No place to call home

Assisted living center accused of mistreatment abandons man in ER

NORMAN J. DOTSON JR. | 8/7/2015, 3:07 p.m.
Falsely accused of attempting to commit suicide, deaf and blind man Ahmed Al Ghazawi spent a little over a week ...
Ahmed Al Ghazawi communicates with assistance of a deaf/blind interpreter. Norman J. Dotson Jr.

The Dallas Examiner

Falsely accused of attempting to commit suicide, deaf and blind man Ahmed Al Ghazawi spent a little over a week living in a chair at a psychiatric emergency center after being illegally removed from his residency at Heritage Square Assisted Living earlier this month. The facility, located at 500 S. Beach St. in Fort Worth, opened its section for deaf/blind citizens in 2011 and was the only facility capable of meeting Al Ghazawi’s needs because he is considered both blind and deaf.

Al Ghazawi, a United States citizen born in Iraq, was unlawfully ejected from the Fort Worth assisted living center after his legal guardian, DFW International’s Community Alliance President Anne Marie Weiss-Armush, wrote a letter of complaint to the center’s director, Carl Earwood, on the first of July.

In her letter, Weiss-Armush detailed nearly a dozen infractions to Al Ghazawi’s care while she was briefly out of the country on vacation, including the discontinuation of video phone services, having Al Ghazawi sign documents without her being present, and denying him assistance in contacting his sister.

“There was this pattern of negligence and abuse, so when I came back from Spain I gave myself a couple of days to get my thoughts together and I sent him [Earwood] a letter telling him ‘there were nine things that I noticed while I was away, can you explain these things to me?’” Weiss-Armush stated. “Their answer was to expel him.”

A facility cannot transfer or discharge a resident until the 30th day after the date the facility provides written notice to the resident or their legal representative. The notice must also include the facility in which the resident is being transferred or discharged to, the reason behind the transfer or discharge, the effective date, and any rights of appeal available to them, according to the Texas Department of Aging and Disabilities Services’ bill of rights for residents. None of the aforementioned were included in the correspondence between Earwood and Weiss-Armush.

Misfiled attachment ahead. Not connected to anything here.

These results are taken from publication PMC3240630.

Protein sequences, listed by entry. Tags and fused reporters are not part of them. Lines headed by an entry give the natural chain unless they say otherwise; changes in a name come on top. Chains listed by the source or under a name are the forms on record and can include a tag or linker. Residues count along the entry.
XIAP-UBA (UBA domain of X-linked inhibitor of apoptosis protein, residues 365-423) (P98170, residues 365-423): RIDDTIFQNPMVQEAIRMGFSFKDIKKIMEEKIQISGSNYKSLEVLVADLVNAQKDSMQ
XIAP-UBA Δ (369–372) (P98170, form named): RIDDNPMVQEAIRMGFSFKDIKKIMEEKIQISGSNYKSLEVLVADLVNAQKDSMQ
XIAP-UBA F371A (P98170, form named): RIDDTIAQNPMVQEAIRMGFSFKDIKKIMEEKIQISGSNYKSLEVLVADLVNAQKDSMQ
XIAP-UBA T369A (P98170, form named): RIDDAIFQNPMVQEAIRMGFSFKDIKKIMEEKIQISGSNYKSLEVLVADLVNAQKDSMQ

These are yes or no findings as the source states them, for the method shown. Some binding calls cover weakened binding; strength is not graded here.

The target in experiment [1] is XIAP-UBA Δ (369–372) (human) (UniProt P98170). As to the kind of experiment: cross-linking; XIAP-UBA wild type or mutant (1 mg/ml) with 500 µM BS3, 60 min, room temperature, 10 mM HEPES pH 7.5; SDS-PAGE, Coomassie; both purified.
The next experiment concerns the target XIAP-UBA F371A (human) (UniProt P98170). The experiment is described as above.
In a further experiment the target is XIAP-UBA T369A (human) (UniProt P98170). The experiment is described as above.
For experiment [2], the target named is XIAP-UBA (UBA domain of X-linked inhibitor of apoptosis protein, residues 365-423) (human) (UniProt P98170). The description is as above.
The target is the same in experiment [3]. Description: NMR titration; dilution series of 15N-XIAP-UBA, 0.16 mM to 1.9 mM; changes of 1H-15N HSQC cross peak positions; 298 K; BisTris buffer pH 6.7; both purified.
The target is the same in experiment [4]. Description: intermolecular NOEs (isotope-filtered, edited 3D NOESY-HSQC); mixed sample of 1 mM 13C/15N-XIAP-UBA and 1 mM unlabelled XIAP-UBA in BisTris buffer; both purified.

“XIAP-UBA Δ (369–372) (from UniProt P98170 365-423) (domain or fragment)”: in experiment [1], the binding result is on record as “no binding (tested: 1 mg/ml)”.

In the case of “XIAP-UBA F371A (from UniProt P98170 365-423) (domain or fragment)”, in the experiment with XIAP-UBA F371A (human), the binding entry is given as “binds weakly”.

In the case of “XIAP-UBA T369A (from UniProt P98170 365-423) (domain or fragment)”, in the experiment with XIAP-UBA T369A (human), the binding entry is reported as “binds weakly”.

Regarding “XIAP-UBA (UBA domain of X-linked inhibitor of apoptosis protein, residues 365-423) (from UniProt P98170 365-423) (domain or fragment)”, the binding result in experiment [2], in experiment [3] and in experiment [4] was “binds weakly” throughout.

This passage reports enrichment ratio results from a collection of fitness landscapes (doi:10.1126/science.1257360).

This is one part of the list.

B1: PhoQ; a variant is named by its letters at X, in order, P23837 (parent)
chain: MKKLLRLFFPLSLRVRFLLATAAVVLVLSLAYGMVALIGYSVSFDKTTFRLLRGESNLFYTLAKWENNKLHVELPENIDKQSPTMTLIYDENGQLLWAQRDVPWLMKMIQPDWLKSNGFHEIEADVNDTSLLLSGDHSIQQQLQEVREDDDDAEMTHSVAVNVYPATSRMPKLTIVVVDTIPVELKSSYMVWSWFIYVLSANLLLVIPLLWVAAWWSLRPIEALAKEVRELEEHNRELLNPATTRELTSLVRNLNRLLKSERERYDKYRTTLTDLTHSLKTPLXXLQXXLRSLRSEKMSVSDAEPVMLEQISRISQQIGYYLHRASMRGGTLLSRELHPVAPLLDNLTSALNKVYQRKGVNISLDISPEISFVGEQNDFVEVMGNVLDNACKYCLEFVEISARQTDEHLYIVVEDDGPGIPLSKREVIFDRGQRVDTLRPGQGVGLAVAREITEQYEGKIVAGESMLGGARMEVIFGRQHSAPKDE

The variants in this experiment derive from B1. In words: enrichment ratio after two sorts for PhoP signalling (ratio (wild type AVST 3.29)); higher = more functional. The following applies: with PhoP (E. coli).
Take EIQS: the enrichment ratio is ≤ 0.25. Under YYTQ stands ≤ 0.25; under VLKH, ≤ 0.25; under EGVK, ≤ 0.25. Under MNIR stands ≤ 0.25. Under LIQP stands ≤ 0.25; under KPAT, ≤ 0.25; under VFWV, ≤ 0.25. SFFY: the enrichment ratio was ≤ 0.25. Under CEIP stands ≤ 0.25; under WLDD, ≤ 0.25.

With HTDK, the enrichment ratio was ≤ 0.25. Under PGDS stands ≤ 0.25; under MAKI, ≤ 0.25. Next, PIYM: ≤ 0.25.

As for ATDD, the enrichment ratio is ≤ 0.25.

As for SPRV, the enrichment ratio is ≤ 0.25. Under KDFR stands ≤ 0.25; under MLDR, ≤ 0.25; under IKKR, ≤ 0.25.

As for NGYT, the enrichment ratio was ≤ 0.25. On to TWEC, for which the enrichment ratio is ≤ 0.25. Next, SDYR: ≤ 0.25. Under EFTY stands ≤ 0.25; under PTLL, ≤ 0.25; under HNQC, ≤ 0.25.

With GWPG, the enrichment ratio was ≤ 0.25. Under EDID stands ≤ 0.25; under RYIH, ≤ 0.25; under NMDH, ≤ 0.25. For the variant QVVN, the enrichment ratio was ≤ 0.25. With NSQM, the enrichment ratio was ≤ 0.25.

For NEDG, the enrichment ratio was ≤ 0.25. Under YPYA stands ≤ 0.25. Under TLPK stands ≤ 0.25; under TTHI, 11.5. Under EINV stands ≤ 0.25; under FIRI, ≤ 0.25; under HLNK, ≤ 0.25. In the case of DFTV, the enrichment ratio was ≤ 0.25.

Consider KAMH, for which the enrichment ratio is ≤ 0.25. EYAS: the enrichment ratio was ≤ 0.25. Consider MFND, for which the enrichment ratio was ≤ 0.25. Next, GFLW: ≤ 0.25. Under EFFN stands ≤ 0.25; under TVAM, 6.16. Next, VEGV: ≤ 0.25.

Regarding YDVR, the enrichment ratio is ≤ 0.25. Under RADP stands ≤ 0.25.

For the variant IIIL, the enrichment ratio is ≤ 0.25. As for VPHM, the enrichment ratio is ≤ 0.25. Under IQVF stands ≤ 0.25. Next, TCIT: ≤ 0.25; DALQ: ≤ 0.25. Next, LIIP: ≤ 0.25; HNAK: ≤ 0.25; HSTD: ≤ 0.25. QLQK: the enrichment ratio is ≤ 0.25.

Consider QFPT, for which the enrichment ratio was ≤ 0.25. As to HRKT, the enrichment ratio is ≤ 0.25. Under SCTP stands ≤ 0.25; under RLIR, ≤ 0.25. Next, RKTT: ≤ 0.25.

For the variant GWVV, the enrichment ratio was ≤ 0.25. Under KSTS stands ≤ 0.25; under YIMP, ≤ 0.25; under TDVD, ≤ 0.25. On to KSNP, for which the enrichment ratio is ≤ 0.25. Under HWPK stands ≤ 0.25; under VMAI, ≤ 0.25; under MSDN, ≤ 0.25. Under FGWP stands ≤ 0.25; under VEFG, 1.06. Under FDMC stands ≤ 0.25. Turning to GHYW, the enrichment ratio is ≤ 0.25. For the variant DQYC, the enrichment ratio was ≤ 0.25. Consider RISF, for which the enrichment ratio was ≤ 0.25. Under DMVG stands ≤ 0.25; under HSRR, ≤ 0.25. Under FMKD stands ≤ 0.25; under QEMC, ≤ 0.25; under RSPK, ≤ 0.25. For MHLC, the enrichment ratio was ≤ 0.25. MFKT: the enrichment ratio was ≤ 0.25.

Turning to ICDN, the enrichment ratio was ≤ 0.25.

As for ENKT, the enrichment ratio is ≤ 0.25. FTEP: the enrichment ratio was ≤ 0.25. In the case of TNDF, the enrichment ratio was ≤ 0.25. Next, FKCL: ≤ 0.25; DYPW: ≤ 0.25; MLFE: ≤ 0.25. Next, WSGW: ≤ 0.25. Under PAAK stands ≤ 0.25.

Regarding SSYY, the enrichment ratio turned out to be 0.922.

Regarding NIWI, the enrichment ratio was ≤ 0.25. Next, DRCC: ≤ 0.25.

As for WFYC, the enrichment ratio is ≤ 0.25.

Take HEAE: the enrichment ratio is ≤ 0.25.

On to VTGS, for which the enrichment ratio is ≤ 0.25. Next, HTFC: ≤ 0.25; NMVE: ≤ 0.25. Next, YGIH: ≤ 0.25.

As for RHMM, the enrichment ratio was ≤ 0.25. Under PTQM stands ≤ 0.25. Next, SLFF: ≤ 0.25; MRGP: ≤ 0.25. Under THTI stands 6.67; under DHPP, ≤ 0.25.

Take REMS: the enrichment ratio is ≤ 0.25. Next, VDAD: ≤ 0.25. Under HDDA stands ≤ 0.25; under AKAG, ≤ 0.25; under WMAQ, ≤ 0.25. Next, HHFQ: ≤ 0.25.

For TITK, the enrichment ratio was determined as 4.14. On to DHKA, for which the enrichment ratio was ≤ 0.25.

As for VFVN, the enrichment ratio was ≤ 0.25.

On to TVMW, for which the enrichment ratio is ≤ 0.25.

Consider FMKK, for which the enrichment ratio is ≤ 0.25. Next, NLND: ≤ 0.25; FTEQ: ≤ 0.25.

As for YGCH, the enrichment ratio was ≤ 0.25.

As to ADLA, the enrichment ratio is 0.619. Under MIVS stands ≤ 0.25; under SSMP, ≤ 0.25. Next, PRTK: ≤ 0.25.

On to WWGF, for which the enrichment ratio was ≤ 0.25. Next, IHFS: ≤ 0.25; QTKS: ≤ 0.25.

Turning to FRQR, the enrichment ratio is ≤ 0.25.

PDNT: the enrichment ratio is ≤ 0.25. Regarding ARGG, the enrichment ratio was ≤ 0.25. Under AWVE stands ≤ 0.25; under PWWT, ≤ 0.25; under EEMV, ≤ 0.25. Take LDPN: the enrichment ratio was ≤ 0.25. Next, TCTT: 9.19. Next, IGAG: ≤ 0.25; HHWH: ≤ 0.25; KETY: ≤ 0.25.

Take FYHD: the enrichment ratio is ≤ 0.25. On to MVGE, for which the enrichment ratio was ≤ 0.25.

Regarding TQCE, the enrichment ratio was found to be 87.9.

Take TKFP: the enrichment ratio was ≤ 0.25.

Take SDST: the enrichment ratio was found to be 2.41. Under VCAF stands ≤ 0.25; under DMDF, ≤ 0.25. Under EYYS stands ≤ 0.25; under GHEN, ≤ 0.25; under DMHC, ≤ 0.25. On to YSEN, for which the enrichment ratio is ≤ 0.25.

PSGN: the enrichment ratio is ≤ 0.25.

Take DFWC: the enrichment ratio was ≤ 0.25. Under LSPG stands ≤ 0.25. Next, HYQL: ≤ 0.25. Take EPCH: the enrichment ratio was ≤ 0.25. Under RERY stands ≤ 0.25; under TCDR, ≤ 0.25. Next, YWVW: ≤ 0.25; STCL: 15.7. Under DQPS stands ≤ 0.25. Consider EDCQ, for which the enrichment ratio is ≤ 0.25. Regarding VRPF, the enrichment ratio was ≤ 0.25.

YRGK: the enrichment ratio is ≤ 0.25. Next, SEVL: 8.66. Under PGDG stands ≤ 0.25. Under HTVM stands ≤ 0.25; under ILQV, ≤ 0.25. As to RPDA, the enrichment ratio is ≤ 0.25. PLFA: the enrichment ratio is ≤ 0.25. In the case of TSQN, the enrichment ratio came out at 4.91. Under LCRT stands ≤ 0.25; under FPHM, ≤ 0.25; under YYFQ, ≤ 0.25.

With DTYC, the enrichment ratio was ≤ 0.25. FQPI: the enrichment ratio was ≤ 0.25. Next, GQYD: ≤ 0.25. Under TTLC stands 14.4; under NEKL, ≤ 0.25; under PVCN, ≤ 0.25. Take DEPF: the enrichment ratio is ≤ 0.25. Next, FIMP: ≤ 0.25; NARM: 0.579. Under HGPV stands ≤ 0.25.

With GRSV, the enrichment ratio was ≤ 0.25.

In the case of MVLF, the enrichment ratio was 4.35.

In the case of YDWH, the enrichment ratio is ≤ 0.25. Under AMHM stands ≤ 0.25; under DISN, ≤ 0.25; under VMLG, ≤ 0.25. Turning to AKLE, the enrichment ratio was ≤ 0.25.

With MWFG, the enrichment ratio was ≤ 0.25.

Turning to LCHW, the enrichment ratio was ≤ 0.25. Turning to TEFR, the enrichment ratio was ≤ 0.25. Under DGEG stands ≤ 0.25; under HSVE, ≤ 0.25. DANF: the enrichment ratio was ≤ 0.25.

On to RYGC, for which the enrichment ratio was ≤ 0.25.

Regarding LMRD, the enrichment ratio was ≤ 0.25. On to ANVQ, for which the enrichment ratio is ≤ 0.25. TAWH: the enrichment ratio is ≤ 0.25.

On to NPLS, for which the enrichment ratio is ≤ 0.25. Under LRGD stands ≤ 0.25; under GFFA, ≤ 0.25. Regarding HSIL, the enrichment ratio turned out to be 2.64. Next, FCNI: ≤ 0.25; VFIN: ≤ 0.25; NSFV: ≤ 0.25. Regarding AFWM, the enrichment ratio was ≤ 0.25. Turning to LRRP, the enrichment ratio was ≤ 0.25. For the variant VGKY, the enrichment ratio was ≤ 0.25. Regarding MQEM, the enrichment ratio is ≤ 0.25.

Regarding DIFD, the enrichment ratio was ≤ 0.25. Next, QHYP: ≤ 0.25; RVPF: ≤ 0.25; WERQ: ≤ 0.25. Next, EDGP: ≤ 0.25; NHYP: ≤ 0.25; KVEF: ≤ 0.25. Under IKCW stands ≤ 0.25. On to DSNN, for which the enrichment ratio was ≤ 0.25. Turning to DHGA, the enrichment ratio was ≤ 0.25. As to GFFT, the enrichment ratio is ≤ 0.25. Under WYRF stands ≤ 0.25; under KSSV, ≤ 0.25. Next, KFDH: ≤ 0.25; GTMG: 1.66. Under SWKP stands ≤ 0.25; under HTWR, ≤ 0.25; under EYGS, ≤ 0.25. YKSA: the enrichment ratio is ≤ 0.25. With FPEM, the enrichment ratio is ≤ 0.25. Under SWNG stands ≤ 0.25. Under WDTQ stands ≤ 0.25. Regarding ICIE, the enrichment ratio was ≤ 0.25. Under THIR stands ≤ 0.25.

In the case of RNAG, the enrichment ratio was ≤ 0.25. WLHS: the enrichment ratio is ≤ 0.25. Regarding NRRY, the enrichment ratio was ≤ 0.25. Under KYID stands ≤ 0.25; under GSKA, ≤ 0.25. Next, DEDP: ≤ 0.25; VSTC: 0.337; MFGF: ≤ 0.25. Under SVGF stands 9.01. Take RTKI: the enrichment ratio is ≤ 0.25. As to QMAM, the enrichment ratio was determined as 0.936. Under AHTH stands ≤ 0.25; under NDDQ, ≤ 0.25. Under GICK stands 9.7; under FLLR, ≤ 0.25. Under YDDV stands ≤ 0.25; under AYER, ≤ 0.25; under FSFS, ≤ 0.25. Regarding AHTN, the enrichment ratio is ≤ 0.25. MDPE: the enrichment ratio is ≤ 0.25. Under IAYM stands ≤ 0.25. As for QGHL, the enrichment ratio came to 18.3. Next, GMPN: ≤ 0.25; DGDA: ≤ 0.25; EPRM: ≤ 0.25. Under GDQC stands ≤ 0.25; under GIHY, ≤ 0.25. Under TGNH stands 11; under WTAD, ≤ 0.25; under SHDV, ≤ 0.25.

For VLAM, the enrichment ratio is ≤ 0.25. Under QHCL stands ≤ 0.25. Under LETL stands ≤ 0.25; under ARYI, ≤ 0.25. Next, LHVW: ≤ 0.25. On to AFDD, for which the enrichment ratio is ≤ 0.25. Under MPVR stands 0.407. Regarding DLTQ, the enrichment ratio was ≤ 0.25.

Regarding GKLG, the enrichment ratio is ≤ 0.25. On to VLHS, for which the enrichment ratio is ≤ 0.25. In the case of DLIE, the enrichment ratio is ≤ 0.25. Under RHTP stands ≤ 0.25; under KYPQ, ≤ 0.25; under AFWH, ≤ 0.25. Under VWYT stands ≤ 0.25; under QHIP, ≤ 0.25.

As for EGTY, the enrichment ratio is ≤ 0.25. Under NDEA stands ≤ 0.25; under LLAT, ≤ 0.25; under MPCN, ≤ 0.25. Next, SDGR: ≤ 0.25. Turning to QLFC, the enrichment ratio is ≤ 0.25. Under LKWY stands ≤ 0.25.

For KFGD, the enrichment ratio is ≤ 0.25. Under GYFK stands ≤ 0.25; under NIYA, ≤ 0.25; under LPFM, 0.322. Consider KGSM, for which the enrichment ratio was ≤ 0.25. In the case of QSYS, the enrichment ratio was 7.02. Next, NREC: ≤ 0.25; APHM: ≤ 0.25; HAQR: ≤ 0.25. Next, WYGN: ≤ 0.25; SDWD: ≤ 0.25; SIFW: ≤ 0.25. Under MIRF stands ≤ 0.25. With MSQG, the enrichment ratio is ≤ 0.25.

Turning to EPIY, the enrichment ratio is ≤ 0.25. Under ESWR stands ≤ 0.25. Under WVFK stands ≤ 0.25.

Instead she received an e-mail the morning of Ahmed’s ejection only stating that he was being removed and that she had not responded to an e-mail or certified letter sent to her on June 25, only eight days before his eviction.

Al Ghazawi, who has about 10 percent vision in one eye, alleges that there was suspicious behavior from Earwood for several months leading to his eviction.

“After my phone services were cut off I noticed that whenever I used the public phone that he [Earwood] would be standing near me like he was listening to my conversation,” Al Ghazawi said via sign language and an interpreter.

The 42-year-old Al Ghazawi broke into tears after retelling his experiences leading up to the morning of July 2. He went into detail about his eviction stating that the police arrived with no interpreter to explain what was going on. Although they were polite and smiling, they did take him away in handcuffs and transport him to John Peter Smith’s Psychiatric Emergency Center. According to Weiss-Armush, the doctors could not admit him into the hospital because there was nothing that they could find that required him to be admitted. Instead, he spent eight days eating, sleeping and waiting in a chair in the emergency room.